“The greatest ideas are the simplest” is one of the most verifiable philosophies ever stated. Perhaps you are sitting there thinking, my god why is this kid quoting Lord of the Flies, a book that everyone tries to forget because Jesus Christ the nightmares we all had as kids! I assure you however, that if you direct your attention to Chris Mitchell’s photography you will see how truly fitting William Golding’s statement is in relation to this particular body of work.
The result of the uncomplicated photographs Mitchell creates is that our attention is directed to the specific objects he chooses to represent. We ask ourselves “why this?” and suddenly the most basic of things becomes the most fascinating. From house candles and spatulas, to test tubes and light bulbs we begin to question invention. Things that we would otherwise overlook, as they have been around for as long as we can remember, are now subjects of curiosity. Why was this created? What was life like before this?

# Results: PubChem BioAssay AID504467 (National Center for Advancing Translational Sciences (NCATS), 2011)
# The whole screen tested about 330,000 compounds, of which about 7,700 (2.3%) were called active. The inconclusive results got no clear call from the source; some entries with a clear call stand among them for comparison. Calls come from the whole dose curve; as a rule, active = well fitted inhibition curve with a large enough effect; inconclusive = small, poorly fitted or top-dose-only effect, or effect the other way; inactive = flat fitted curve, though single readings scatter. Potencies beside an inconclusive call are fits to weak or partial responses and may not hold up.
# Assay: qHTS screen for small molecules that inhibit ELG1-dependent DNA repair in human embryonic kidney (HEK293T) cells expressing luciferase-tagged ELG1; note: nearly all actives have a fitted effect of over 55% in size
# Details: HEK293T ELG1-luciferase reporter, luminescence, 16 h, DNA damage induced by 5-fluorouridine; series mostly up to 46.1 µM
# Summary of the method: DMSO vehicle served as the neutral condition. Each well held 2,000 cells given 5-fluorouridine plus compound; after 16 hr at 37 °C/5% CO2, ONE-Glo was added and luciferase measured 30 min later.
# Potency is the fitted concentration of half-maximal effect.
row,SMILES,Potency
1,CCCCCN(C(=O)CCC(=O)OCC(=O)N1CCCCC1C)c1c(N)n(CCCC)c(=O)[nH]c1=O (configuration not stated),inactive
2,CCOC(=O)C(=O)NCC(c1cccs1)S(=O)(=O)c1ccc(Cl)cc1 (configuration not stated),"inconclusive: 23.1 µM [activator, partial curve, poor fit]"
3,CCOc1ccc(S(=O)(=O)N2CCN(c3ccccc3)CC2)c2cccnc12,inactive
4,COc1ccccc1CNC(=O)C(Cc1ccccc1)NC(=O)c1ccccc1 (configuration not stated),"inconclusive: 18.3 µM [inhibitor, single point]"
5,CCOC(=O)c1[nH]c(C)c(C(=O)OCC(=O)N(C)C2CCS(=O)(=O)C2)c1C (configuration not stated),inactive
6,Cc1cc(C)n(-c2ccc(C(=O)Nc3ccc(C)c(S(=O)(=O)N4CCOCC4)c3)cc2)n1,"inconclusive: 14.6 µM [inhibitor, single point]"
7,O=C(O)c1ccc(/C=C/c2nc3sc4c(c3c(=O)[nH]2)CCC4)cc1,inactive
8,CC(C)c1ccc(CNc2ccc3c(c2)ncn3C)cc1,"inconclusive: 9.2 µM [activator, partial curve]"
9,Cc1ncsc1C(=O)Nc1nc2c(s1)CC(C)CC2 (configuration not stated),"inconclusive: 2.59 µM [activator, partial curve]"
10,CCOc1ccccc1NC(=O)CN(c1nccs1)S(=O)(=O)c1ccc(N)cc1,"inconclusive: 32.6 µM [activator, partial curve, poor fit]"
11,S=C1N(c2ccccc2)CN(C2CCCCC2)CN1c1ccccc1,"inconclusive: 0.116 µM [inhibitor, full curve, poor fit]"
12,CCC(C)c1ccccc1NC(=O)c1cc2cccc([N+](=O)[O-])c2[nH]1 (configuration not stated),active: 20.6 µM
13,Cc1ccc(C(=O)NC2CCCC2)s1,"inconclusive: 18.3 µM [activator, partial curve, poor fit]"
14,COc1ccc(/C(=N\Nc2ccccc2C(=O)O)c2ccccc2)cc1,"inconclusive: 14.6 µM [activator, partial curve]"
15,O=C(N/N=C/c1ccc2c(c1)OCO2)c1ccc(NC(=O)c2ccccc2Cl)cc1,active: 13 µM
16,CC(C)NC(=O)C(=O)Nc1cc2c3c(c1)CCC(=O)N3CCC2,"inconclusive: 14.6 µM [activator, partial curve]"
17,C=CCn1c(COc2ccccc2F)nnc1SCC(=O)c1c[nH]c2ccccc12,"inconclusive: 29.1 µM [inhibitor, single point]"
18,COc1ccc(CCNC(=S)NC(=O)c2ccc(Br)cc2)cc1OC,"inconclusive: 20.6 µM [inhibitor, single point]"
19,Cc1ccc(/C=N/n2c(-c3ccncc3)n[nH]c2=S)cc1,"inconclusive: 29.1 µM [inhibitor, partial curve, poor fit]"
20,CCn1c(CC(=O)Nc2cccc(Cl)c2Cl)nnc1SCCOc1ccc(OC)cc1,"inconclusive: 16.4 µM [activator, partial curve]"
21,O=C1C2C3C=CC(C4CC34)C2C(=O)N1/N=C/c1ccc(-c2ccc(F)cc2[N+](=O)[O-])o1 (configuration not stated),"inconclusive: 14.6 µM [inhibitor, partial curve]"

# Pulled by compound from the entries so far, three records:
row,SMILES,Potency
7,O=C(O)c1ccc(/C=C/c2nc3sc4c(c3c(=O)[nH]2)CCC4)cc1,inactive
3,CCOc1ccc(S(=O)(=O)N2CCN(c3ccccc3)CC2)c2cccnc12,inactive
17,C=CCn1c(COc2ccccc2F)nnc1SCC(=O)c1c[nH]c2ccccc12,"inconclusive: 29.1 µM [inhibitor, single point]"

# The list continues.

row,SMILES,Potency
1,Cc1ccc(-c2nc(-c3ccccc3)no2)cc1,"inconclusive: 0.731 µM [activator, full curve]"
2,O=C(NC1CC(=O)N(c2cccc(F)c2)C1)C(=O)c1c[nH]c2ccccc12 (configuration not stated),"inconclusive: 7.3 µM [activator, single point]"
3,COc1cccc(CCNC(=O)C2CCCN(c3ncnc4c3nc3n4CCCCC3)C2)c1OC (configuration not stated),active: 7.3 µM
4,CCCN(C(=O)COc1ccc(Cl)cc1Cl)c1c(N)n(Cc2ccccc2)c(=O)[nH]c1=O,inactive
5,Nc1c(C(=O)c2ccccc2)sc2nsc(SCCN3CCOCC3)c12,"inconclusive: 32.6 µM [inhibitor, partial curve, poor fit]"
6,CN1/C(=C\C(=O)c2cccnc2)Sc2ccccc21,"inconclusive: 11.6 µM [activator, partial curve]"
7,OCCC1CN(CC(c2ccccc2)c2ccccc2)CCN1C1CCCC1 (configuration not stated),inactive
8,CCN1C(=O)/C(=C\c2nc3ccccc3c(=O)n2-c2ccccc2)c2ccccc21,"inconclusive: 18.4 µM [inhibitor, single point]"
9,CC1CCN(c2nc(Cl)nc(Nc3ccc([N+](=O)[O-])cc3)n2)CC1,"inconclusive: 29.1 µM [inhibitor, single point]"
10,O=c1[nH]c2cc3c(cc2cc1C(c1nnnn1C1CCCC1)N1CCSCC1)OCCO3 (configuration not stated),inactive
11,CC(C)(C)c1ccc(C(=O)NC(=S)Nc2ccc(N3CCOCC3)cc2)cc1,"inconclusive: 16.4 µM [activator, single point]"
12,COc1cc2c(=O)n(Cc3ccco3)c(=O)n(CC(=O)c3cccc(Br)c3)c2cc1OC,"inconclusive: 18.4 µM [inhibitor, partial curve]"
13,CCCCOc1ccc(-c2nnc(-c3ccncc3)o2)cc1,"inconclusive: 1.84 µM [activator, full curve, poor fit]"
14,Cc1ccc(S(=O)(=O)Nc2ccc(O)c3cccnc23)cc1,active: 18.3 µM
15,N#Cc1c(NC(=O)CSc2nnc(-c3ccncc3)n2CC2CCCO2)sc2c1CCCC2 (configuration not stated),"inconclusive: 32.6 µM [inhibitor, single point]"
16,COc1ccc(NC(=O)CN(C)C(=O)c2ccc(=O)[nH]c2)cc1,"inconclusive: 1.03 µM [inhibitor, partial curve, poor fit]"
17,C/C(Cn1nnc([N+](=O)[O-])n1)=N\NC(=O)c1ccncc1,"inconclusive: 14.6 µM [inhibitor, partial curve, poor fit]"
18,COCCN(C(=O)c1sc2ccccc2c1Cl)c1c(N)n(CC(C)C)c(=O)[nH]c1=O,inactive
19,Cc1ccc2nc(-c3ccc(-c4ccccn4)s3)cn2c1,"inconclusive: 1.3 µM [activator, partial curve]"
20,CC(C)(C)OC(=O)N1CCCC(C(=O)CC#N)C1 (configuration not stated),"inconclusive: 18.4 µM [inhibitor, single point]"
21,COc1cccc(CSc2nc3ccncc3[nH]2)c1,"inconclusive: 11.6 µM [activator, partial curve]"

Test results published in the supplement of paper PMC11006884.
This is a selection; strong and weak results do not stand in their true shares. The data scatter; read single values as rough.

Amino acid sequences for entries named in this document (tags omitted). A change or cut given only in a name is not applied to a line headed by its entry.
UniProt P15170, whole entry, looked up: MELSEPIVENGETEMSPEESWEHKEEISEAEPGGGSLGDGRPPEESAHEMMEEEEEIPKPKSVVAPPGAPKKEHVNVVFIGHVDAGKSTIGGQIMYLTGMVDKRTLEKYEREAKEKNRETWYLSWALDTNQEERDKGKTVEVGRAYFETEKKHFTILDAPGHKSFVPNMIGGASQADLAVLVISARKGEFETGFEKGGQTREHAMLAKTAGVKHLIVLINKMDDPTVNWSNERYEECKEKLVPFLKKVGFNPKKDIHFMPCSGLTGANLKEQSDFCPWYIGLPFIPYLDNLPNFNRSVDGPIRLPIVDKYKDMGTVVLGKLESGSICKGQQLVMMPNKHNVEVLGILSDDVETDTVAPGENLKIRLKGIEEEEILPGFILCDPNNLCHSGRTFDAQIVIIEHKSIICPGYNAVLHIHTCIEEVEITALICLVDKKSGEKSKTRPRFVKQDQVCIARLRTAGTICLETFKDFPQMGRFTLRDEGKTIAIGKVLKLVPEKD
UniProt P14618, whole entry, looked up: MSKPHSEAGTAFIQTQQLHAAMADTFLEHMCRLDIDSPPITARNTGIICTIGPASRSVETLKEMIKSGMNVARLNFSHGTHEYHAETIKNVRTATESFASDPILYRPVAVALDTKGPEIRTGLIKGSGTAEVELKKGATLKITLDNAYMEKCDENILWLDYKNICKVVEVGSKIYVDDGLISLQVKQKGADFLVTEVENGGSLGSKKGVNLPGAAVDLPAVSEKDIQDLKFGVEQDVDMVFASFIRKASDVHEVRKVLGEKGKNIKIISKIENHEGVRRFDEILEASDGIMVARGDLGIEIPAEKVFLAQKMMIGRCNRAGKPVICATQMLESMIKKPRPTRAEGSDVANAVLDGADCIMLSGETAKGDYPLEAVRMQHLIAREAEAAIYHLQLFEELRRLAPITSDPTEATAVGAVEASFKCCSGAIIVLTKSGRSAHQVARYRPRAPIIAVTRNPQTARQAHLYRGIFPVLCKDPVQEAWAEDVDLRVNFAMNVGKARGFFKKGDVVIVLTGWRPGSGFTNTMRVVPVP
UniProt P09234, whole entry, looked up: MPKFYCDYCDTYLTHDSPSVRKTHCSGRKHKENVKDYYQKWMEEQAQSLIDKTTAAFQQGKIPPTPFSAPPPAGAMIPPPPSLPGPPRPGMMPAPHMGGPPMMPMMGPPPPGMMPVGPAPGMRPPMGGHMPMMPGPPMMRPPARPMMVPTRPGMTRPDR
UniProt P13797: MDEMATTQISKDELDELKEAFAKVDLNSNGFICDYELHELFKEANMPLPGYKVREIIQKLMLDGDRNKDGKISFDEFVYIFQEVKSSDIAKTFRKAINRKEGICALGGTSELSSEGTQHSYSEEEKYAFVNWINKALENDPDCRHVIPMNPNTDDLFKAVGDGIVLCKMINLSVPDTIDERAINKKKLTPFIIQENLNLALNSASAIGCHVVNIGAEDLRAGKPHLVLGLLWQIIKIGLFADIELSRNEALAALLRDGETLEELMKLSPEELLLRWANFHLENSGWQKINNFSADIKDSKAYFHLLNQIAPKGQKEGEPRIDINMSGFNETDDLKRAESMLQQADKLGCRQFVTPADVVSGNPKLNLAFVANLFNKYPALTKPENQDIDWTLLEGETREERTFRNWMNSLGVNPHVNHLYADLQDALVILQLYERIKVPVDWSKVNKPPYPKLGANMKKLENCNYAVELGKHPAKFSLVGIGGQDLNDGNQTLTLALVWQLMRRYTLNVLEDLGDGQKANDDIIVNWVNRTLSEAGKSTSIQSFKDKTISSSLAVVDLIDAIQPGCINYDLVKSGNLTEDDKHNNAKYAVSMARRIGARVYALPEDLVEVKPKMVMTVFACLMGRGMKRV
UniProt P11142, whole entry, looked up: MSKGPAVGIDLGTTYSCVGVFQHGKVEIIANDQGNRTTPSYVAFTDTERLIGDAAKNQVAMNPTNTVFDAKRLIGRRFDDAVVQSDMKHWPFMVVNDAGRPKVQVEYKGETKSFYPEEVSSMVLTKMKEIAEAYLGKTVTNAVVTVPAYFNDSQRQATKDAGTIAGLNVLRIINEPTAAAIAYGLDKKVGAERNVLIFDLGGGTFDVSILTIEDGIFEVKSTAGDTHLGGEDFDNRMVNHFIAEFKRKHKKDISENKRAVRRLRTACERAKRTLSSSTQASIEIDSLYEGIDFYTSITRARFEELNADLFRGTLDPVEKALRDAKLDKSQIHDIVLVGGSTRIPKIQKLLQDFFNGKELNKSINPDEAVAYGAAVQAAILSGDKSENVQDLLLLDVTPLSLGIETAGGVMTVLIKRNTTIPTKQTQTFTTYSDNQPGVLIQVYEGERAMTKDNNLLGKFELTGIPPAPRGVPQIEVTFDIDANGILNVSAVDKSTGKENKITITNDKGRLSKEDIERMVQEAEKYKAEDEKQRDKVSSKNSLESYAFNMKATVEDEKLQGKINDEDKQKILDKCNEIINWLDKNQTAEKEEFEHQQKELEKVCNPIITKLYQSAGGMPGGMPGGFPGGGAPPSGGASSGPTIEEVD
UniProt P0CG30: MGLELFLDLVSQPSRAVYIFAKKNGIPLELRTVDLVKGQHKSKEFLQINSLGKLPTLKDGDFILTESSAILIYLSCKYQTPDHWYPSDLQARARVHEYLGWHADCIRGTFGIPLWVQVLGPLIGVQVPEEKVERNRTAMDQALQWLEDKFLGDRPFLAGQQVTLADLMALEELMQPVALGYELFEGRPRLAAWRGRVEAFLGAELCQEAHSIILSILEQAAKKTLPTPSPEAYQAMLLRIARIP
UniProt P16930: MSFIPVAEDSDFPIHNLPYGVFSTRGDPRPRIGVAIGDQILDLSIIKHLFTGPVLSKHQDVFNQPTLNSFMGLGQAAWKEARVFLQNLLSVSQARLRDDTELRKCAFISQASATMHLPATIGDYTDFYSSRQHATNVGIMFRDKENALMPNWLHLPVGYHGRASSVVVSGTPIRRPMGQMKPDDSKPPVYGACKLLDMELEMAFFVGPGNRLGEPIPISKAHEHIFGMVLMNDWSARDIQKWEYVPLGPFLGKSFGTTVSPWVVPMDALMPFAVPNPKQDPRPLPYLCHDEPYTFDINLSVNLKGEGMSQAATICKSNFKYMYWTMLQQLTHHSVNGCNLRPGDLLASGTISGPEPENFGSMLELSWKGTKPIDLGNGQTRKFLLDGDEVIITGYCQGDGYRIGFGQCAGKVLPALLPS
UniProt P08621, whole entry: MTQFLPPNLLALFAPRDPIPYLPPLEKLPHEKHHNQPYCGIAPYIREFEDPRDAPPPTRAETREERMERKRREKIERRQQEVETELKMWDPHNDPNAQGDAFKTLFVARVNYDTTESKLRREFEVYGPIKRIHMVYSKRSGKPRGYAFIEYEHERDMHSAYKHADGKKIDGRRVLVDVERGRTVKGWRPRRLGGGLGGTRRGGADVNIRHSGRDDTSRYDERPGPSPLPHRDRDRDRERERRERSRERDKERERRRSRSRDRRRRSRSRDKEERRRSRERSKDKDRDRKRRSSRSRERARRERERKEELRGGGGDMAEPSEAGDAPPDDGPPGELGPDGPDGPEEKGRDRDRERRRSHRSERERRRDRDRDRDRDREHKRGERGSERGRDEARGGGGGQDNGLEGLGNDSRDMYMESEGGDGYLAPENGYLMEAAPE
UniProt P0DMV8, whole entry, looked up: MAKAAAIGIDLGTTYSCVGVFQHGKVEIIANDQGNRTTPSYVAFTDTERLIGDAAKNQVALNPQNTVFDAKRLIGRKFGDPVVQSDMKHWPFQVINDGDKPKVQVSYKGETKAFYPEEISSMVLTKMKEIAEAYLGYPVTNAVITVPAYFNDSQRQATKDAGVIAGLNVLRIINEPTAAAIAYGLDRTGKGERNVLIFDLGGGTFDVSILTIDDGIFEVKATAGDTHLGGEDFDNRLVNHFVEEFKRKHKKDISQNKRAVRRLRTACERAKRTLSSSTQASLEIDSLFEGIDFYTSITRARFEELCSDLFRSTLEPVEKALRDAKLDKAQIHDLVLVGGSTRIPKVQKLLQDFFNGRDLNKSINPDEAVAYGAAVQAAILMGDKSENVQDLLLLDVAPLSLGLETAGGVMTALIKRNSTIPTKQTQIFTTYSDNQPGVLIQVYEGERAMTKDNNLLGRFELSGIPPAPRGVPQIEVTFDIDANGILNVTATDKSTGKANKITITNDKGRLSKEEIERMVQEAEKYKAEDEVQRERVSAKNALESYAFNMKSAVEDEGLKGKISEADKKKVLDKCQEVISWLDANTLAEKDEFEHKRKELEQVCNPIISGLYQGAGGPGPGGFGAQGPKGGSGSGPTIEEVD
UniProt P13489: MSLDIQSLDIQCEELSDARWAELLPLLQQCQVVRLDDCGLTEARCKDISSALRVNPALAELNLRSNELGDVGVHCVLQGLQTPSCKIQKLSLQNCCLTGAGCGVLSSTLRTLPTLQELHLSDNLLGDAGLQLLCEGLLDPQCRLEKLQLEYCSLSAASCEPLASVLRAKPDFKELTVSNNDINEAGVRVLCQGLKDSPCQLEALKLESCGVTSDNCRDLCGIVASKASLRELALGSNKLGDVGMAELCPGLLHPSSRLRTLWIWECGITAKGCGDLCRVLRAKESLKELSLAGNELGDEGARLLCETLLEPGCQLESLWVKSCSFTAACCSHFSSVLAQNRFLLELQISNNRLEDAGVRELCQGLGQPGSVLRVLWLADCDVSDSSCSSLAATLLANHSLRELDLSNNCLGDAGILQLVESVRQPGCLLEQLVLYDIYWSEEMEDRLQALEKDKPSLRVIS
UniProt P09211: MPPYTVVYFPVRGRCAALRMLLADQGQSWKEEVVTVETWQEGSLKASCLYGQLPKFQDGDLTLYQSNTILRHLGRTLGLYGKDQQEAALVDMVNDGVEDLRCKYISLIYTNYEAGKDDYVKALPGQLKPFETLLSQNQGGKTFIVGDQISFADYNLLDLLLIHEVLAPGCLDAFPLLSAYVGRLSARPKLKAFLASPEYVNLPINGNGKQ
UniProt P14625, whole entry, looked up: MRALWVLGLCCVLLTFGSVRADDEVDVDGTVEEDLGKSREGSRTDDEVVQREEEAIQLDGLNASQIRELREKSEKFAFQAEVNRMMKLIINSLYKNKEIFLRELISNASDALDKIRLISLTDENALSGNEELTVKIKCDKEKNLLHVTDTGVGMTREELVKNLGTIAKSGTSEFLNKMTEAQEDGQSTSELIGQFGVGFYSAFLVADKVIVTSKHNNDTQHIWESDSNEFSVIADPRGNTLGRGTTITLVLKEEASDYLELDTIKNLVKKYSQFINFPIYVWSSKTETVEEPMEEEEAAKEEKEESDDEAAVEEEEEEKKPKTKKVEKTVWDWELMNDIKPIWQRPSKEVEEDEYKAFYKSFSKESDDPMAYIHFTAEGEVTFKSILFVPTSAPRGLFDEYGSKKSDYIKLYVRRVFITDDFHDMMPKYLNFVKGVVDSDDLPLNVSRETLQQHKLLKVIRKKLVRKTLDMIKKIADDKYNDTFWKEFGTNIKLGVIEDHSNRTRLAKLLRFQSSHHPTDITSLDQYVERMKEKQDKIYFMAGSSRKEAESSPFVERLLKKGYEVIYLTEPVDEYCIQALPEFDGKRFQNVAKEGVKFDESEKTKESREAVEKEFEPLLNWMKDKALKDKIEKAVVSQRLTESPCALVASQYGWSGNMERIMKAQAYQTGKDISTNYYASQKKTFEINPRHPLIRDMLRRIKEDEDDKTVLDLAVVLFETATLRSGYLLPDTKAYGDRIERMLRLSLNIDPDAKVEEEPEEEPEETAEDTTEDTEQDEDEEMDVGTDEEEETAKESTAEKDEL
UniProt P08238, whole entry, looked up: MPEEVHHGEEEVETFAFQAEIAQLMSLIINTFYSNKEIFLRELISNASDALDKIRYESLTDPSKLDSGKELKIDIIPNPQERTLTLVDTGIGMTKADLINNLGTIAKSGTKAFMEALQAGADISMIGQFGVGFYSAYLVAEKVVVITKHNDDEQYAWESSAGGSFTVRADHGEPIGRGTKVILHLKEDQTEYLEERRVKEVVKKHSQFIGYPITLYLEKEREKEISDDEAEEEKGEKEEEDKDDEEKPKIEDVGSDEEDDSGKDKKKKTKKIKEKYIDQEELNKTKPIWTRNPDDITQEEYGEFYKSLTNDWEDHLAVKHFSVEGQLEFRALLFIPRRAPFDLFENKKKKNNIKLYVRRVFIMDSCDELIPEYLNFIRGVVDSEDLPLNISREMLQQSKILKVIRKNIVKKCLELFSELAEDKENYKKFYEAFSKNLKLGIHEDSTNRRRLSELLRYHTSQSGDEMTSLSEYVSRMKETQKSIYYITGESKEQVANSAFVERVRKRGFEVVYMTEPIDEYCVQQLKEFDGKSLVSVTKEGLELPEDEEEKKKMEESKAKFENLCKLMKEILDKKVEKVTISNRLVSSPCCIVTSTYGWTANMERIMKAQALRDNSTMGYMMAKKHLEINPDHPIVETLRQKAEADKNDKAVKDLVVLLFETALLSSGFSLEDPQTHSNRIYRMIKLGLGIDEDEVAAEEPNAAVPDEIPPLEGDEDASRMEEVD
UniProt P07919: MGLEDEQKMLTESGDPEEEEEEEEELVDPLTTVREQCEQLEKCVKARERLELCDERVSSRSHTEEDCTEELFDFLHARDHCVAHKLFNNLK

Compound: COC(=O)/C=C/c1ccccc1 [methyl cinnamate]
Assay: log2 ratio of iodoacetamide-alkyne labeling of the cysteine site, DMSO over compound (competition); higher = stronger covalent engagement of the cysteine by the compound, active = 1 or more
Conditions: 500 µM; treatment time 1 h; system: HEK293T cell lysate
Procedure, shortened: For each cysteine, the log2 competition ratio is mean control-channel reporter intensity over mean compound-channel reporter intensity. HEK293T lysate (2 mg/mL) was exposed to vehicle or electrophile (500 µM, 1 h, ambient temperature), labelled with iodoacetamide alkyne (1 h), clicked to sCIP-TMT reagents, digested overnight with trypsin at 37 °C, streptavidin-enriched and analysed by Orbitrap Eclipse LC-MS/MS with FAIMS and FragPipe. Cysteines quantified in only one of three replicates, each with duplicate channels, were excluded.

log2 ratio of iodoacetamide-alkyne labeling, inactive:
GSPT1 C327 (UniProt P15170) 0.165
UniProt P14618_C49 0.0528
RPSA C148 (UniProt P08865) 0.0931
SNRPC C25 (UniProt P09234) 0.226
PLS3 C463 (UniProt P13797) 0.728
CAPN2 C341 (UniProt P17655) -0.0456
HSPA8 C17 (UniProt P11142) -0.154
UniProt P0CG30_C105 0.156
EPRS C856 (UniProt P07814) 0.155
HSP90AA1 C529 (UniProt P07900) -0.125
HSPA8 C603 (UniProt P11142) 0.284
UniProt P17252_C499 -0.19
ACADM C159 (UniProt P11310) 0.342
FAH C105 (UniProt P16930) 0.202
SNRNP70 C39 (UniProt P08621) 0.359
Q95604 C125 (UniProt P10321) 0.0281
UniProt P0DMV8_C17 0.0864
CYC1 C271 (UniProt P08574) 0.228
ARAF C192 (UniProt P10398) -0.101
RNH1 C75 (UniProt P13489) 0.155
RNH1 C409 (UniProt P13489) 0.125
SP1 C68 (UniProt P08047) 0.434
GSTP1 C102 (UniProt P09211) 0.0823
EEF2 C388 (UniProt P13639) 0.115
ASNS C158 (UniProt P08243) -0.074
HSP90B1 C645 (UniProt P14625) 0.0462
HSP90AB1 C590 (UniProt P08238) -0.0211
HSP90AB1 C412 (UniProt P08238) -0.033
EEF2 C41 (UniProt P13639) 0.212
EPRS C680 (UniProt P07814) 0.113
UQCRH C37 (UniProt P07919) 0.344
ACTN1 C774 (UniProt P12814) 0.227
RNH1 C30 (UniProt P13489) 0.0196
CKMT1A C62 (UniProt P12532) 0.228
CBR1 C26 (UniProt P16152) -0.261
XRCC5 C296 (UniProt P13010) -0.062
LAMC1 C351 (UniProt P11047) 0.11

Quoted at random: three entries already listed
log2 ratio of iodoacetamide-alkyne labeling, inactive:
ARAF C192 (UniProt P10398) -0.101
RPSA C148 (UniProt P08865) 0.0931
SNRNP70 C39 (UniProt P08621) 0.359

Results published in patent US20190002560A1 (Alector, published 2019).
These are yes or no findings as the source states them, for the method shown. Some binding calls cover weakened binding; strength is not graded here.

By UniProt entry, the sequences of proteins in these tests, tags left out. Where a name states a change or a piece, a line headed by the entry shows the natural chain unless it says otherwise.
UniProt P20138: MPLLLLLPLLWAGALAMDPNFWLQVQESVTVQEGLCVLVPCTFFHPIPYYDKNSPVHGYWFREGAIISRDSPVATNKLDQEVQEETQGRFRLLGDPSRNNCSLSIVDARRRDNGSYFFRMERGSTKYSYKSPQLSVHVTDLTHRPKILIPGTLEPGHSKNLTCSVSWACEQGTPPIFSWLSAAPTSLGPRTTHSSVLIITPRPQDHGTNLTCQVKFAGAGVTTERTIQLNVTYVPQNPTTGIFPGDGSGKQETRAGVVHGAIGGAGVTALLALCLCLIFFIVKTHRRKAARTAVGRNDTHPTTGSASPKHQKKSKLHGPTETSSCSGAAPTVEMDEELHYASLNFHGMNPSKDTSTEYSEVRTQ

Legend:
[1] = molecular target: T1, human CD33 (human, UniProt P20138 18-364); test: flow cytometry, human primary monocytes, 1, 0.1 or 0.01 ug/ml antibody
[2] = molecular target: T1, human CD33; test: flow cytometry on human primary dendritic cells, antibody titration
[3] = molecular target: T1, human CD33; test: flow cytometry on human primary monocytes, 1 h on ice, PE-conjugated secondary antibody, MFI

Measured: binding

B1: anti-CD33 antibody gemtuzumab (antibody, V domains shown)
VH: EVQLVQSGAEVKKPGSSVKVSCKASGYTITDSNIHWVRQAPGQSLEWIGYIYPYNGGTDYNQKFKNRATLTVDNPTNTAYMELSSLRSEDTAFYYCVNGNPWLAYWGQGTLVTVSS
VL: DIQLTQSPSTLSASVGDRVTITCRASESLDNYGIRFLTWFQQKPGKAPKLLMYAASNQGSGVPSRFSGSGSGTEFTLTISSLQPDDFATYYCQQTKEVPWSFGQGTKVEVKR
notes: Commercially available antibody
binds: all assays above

If you know anything about photography, you will also know that simplicity comes with significant effort and craftsmanship. Mitchell’s work demonstrates remarkable patience and understanding of technique in his manipulation of light. The items he photographs can seem almost two-dimensional at times, and when shadows are present in his work, they are very carefully designed.
Mitchell is currently completing his BA (Hons) in Fine Art Photography at Kingston University. We see considerable experimentation throughout his projects in order to better execute his simple (and therefore great) ideas. This occurs most visibly in his choice of backgrounds; from block colours, to clashing patterns to camouflaged compositions. His methodology is as scientific as his subject matter/message – hypothesis, predictions, experiments, evaluation and improvement. Thus his work is only bound to get better.
There. I hope by now you have forgotten all about poor Piggy’s destiny. Oops, nevermind.
Words / Ana Gomides